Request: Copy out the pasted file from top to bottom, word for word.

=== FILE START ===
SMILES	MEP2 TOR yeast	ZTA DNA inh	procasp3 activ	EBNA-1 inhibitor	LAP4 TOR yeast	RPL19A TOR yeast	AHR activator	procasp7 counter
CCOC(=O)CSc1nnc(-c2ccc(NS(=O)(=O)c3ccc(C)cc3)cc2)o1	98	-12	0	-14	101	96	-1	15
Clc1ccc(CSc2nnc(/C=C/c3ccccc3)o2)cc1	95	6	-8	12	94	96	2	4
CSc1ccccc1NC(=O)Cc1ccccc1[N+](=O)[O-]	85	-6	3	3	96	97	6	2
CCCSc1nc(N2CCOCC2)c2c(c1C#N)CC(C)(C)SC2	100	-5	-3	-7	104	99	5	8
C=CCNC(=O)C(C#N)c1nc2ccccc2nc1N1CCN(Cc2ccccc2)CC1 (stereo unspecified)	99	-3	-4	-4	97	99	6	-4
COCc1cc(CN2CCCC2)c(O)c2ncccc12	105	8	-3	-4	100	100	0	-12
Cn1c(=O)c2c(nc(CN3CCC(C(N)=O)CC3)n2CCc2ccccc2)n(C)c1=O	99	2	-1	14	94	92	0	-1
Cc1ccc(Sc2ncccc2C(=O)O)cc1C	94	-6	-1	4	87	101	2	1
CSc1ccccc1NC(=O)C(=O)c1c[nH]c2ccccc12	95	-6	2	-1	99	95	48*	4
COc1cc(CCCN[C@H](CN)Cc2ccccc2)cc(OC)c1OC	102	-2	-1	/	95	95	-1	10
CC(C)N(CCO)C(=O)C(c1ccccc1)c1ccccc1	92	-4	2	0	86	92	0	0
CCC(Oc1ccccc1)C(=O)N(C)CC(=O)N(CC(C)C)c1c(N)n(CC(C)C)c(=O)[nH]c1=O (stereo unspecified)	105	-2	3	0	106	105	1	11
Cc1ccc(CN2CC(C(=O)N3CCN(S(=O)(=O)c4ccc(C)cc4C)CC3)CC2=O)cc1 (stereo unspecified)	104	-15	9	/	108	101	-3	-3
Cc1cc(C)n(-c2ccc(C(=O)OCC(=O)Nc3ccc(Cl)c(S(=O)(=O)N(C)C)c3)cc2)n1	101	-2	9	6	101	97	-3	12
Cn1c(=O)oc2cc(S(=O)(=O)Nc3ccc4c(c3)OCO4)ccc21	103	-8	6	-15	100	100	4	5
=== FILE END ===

SMILES	MEP2 TOR yeast	ZTA DNA inh	procasp3 activ	EBNA-1 inhibitor	LAP4 TOR yeast	RPL19A TOR yeast	AHR activator	procasp7 counter
CCOC(=O)CSc1nnc(-c2ccc(NS(=O)(=O)c3ccc(C)cc3)cc2)o1	98	-12	0	-14	101	96	-1	15
Clc1ccc(CSc2nnc(/C=C/c3ccccc3)o2)cc1	95	6	-8	12	94	96	2	4
CSc1ccccc1NC(=O)Cc1ccccc1[N+](=O)[O-]	85	-6	3	3	96	97	6	2
CCCSc1nc(N2CCOCC2)c2c(c1C#N)CC(C)(C)SC2	100	-5	-3	-7	104	99	5	8
C=CCNC(=O)C(C#N)c1nc2ccccc2nc1N1CCN(Cc2ccccc2)CC1 (stereo unspecified)	99	-3	-4	-4	97	99	6	-4
COCc1cc(CN2CCCC2)c(O)c2ncccc12	105	8	-3	-4	100	100	0	-12
Cn1c(=O)c2c(nc(CN3CCC(C(N)=O)CC3)n2CCc2ccccc2)n(C)c1=O	99	2	-1	14	94	92	0	-1
Cc1ccc(Sc2ncccc2C(=O)O)cc1C	94	-6	-1	4	87	101	2	1
CSc1ccccc1NC(=O)C(=O)c1c[nH]c2ccccc12	95	-6	2	-1	99	95	48*	4
COc1cc(CCCN[C@H](CN)Cc2ccccc2)cc(OC)c1OC	102	-2	-1	/	95	95	-1	10
CC(C)N(CCO)C(=O)C(c1ccccc1)c1ccccc1	92	-4	2	0	86	92	0	0
CCC(Oc1ccccc1)C(=O)N(C)CC(=O)N(CC(C)C)c1c(N)n(CC(C)C)c(=O)[nH]c1=O (stereo unspecified)	105	-2	3	0	106	105	1	11
Cc1ccc(CN2CC(C(=O)N3CCN(S(=O)(=O)c4ccc(C)cc4C)CC3)CC2=O)cc1 (stereo unspecified)	104	-15	9	/	108	101	-3	-3
Cc1cc(C)n(-c2ccc(C(=O)OCC(=O)Nc3ccc(Cl)c(S(=O)(=O)N(C)C)c3)cc2)n1	101	-2	9	6	101	97	-3	12
Cn1c(=O)oc2cc(S(=O)(=O)Nc3ccc4c(c3)OCO4)ccc21	103	-8	6	-15	100	100	4	5